Archive | June 15th, 2015

Syria: Saudi Zio-Wahhabi linked Al-Nusra jihadists’ mass killing on Druze

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The latest religious minority to be caught in the Syrian crossfire are the Druze Zio-Wahhabi Al-Nusra commander accused the Druze of being “kuffar” (infidels) before ordering the killings.

Syrian rebel group Jabhat al-Nusra members pose on a tank in northern Idlib province.

The slaughter Wednesday of more than 20 Druze, included several elderly people and a child.  The attack on Syria’s Druze community, a monotheistic religion that incorporates elements including philosophy, Judaisim, Christianity, Hinduism and Buddhism.

Al-Nusra Front is part of a rebel alliance (Obama's pals?) that now controls much of Idlib province

President Bashar al-Assad pulling forces back to defend Damascus, the nation’s estimated 700,000 Druze have no protection should the terrorist groups fighting to take over the nation turn their attention to them, as they have Christians and Kurds.

“We do not plan to sit idly by while our brothers are being slaughtered in Syria.” – Ayoob Kara, Israeli official and Druze

Wednesday’s attack on Druze in Qalb Lawzi, in the northern province of Idlib, came after a Tunisian leader of Al Nusra seized the home of a Syrian Druze soldier loyal to Assad, according to the London-based Syrian Observatory for Human Rights. A crowd gathered and the Al Nusra leader was killed under circumstances that remain unclear.

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“Reinforcements [took over] the village,” the MI6 puppet UK Observatory reported. “After that, Al-Nusra opened fire on the civilians, leading to the death of 20 people.” Some reports now suggest up to 24 were killed, including a young girl and several elderly villagers.

DRUZE officer, Col. Ghassan Alian of Shfaram, the brigade’s deputy commander, tapped to steer one of the IDF’s most iconic units

Today, 85% of Israel’s male Druze population chooses to join the Israeli military. About 130 Druze sailors currently serve in the Navy, and many of them plan to continue their service far beyond their scheduled release dates.

Today, 85% of Zionist male Druze population chooses to join the Nazi military. About 130 Druze sailors currently serve in the Navy, and many of them plan to continue their service far beyond their scheduled release dates.

The Druze religion originally stemmed from Islam but is seen as heresy by most Muslims. Any intervention by Nazi regime, either by sending arms to Syria’s Druze to defend themselves or by opening the border to grant then sanctuary, could draw Nazi regime into the ever-widening regional crisis.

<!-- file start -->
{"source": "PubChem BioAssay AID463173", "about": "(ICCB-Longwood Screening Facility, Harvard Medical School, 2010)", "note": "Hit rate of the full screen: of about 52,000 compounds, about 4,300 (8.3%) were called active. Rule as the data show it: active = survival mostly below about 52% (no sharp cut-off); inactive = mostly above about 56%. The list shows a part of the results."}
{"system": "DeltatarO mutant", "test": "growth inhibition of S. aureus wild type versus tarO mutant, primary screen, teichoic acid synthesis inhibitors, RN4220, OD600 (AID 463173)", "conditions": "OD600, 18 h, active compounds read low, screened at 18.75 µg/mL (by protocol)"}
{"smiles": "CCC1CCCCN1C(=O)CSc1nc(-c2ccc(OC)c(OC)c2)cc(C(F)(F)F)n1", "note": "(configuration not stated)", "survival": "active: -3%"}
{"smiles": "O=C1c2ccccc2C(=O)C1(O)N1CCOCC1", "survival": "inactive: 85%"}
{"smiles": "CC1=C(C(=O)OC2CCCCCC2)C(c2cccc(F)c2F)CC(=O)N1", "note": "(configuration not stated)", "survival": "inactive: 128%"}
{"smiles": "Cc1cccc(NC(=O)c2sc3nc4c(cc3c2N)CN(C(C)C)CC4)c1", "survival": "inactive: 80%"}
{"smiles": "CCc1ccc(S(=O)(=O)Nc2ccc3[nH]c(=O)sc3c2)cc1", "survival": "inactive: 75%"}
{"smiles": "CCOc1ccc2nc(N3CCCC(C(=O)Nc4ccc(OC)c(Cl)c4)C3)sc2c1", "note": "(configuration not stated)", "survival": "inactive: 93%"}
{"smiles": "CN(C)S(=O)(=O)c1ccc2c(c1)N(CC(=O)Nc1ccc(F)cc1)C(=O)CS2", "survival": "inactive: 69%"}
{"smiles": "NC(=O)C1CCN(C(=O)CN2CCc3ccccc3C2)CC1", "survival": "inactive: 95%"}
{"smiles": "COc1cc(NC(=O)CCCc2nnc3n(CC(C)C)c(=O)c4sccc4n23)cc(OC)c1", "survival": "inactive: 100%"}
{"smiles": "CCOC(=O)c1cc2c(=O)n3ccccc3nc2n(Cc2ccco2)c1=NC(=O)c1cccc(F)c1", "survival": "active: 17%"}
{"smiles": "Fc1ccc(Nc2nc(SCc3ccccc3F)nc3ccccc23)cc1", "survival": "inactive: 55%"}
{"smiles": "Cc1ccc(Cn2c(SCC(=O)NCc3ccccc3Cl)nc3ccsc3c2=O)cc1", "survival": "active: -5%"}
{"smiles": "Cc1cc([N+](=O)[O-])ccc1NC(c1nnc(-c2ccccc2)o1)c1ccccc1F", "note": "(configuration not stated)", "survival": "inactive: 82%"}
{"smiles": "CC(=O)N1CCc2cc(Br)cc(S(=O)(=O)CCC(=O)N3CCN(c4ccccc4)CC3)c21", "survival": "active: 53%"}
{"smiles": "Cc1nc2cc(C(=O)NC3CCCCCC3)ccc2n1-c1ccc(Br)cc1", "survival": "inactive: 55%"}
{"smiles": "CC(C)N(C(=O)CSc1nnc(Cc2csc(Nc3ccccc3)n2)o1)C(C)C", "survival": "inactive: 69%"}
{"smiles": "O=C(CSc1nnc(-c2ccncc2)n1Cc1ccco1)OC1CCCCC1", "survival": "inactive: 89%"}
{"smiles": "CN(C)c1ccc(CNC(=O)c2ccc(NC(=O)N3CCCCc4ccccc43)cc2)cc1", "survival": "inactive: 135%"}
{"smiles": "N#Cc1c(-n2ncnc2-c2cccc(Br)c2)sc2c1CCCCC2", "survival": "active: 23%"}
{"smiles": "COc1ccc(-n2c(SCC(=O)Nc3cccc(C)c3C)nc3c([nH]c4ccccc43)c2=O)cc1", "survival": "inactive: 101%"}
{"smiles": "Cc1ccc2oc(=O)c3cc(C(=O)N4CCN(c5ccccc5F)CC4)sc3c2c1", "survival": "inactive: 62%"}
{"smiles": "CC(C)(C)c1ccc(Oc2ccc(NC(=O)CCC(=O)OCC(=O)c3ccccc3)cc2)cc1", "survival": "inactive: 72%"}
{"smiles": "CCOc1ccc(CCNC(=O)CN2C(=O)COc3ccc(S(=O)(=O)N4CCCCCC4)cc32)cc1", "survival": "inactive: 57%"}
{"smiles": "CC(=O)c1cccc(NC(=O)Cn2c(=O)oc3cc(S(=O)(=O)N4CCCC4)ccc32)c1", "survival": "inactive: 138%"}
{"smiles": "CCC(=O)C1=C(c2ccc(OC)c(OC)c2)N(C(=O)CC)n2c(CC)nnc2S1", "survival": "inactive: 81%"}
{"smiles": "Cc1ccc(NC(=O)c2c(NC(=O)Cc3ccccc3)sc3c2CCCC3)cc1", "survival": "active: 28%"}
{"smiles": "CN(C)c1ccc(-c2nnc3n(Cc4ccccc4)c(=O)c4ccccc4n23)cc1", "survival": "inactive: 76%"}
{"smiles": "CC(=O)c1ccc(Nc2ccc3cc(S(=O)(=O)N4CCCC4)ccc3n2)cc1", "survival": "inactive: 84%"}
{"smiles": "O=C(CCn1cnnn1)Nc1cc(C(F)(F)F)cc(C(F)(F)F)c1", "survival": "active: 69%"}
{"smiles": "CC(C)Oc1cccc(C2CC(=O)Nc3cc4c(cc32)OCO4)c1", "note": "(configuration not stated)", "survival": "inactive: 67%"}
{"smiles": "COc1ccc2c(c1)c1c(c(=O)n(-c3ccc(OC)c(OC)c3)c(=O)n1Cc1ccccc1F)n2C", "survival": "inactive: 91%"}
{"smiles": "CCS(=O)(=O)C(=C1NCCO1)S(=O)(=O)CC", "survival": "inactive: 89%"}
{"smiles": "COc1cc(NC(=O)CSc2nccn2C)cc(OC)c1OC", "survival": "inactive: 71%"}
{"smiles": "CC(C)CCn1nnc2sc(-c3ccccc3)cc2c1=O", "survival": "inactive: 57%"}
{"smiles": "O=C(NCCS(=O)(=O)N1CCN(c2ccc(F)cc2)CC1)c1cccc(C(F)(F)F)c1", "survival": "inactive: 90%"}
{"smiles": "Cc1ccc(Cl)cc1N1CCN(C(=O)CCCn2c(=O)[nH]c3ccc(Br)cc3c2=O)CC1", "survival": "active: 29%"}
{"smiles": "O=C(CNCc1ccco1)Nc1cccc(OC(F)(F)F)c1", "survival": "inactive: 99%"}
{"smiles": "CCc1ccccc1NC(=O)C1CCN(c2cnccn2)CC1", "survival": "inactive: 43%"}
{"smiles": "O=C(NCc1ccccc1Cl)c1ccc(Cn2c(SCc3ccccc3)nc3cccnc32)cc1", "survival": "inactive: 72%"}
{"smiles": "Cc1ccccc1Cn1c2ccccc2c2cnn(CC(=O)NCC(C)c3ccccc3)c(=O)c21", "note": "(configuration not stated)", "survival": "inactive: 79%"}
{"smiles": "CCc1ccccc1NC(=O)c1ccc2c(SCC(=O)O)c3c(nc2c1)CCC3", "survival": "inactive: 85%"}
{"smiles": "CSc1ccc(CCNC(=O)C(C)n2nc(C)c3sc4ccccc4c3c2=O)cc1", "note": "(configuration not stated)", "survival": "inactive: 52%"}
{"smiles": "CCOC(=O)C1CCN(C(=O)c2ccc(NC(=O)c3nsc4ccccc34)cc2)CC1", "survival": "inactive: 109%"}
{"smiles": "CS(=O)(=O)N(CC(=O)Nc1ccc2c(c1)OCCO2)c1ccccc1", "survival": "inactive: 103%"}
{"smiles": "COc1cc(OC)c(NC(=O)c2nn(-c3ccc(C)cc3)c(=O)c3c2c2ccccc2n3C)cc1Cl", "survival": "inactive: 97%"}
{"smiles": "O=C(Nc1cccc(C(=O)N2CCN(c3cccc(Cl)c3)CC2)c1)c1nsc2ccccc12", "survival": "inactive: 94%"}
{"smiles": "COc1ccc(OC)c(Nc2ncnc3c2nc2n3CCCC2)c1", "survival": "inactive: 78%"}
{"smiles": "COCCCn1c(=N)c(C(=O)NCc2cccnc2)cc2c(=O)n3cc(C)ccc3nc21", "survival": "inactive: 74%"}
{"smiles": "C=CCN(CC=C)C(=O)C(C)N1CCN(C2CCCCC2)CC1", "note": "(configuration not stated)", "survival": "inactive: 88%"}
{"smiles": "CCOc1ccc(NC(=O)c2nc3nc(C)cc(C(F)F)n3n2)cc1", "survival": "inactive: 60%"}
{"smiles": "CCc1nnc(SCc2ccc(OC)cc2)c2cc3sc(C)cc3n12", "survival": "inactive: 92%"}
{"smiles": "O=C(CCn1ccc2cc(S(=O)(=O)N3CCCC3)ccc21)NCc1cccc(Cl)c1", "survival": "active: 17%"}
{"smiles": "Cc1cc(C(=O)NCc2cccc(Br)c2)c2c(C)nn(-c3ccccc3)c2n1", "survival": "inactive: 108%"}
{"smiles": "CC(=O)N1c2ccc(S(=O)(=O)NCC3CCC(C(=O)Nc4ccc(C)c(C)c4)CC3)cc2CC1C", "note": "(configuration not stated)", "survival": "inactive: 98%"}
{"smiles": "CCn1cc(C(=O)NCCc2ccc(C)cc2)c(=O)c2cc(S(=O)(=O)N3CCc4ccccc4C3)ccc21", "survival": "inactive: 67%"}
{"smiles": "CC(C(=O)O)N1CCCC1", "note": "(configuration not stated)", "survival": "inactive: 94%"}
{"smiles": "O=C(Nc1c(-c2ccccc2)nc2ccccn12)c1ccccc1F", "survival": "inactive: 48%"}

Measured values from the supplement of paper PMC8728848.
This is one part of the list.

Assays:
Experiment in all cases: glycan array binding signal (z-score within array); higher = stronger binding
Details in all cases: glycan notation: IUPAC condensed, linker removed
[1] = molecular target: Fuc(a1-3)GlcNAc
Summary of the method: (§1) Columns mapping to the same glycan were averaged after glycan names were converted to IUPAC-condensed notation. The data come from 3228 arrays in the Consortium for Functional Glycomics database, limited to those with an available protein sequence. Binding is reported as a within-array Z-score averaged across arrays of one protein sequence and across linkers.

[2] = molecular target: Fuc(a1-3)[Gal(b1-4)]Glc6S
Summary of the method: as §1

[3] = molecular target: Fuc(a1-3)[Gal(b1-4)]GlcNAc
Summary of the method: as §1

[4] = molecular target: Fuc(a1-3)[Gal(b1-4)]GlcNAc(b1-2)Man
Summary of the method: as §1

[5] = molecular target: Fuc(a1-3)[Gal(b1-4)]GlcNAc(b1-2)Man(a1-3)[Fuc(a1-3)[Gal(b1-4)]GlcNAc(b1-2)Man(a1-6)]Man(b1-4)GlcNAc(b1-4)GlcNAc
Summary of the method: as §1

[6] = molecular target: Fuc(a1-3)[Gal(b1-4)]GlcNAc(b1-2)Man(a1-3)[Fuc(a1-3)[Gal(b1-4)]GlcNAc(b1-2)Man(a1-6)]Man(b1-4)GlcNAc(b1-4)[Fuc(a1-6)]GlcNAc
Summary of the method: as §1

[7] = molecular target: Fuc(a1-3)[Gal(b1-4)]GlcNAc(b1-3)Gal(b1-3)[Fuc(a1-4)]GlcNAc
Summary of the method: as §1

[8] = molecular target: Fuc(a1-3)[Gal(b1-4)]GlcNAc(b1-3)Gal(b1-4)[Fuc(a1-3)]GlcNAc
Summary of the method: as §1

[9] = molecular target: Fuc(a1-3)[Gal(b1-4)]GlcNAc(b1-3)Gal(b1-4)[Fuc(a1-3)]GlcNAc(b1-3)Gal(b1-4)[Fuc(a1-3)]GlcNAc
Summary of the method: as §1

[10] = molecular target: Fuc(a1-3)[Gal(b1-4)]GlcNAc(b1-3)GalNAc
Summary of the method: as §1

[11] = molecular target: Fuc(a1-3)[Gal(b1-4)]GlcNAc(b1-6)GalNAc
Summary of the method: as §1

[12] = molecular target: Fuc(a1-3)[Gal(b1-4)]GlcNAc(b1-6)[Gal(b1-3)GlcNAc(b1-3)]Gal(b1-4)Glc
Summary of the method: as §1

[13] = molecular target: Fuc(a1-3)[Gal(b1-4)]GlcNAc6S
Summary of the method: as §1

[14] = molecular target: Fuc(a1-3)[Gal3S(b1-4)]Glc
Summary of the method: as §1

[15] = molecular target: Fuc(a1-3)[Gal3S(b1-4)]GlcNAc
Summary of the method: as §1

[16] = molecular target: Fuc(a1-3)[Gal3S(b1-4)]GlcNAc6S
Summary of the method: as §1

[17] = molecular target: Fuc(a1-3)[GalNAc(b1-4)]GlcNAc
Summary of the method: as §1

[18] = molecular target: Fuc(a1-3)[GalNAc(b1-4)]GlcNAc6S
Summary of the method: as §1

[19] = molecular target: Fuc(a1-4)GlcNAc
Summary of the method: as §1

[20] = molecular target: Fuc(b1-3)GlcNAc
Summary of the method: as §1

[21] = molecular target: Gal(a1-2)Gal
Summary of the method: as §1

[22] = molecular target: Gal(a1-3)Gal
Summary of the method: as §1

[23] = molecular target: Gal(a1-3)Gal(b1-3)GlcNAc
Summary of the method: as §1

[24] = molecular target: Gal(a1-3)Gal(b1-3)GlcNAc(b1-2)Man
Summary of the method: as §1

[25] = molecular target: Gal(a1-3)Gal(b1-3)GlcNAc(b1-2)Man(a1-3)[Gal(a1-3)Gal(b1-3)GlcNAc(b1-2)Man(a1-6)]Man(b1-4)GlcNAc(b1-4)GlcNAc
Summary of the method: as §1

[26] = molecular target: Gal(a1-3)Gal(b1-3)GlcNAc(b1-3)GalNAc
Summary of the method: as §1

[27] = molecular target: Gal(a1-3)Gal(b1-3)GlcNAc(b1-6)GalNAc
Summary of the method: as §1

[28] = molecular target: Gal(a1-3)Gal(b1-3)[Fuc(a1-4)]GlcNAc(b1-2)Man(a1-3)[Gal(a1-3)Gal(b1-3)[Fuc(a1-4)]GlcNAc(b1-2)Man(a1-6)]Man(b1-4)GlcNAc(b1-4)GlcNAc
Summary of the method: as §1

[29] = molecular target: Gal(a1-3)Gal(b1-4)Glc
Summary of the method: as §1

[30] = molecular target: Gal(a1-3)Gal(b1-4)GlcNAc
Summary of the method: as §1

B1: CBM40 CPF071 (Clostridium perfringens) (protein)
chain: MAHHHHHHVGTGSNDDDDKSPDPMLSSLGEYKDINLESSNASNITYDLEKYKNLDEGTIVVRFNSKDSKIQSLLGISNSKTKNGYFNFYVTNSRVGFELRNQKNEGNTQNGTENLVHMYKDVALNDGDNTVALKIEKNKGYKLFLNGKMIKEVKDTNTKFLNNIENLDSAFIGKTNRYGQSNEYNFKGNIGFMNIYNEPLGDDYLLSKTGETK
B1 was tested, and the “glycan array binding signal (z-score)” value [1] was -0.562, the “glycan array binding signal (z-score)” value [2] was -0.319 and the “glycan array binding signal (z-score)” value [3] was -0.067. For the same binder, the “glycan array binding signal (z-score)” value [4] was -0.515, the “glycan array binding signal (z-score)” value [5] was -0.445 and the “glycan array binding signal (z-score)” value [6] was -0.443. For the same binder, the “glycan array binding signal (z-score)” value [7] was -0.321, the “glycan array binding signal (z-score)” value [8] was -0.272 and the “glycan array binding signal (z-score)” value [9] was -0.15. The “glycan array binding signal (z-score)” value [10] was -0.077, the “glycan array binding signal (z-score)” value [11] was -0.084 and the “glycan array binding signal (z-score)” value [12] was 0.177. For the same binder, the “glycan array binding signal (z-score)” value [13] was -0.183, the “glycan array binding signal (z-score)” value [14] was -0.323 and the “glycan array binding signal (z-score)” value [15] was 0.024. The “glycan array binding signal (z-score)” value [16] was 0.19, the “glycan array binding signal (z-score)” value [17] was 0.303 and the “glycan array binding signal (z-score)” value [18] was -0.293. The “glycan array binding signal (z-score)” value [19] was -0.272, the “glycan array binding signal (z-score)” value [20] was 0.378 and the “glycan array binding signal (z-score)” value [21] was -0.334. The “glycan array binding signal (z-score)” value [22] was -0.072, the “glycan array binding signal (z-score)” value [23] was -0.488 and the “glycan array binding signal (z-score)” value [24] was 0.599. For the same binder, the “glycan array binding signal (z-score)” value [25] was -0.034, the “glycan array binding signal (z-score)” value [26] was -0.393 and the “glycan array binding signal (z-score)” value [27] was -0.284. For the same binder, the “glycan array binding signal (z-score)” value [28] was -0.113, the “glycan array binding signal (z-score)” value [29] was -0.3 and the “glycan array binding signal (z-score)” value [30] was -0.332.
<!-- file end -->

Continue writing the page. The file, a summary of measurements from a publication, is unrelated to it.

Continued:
Posted in SyriaComments Off on Syria: Saudi Zio-Wahhabi linked Al-Nusra jihadists’ mass killing on Druze

A deep, dark, secret love affair

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Image result for Singapore ISRAELI FLAG

Haaretz

A team of IDF officers, known as the `Mexicans,’ helped Singapore establish an army. It was the start of a very special relationship.
By Amnon Barzilai Jul. 16, 2015

Christmas Eve, 1965, is the unofficial date of the start of the great and continuing love story between Israel and Singapore, a love affair that was kept a deep, dark secret. The international press, like the Israeli media, tried to bring the tale to light. Occasionally, scraps of information leaked out; some were published, some were denied, many were disregarded. The Israelis, as usual, wanted to rush to tell all their friends, but managed to overcome that desire. The fear that the thies would be terminated if they became public knowledge had its effect. Israel imposed a total blackout on the story and the secret was preserved. Until the other side could no longer contain itself.

In his book, “From Third World to First: The Singapore Story 1965-2000,” published in 2000, Lee Kuan Yew, Singapore’s founding father and its first prime minister, disclosed the secret that had been kept for almost 40 years: It was the Israel Defense Forces that established the Singaporean army. The Israeli military mission was headed by Yaakov (Jack) Elazari, then a colonel, who was later promoted to brigadier general. After leaving the army, he became a consultant to the Singaporean army. Hedied 15 years ago. “To disguise their presence, we called them `Mexicans.’ They looked swarthy enough,” Lee wrote.

Singapore’s army is today considered the strongest and most advanced of the military forces in Southeast Asia. The alliance between the Israeli and Singaporean defense establishments intensified and expanded, and it now encompasses cooperation between the two countries’ military industries, as well. The scope of the deals, according to foreign sources, indicates that the Singaporean army is one of the major clients of Israeli combat means and military technology. Singapore’s aircraft industry is cooperating with its Israeli counterpart and with Elbit Systems in upgrading the F-5 warplanes of the Turkish Air Force. A few years ago, Singapore’s defense minister revealed that the Gil antitank missile, which is manufactured by Raphael (Israel Armaments Development Authority), was developed in cooperation between the two countries.

Surrounded by Muslims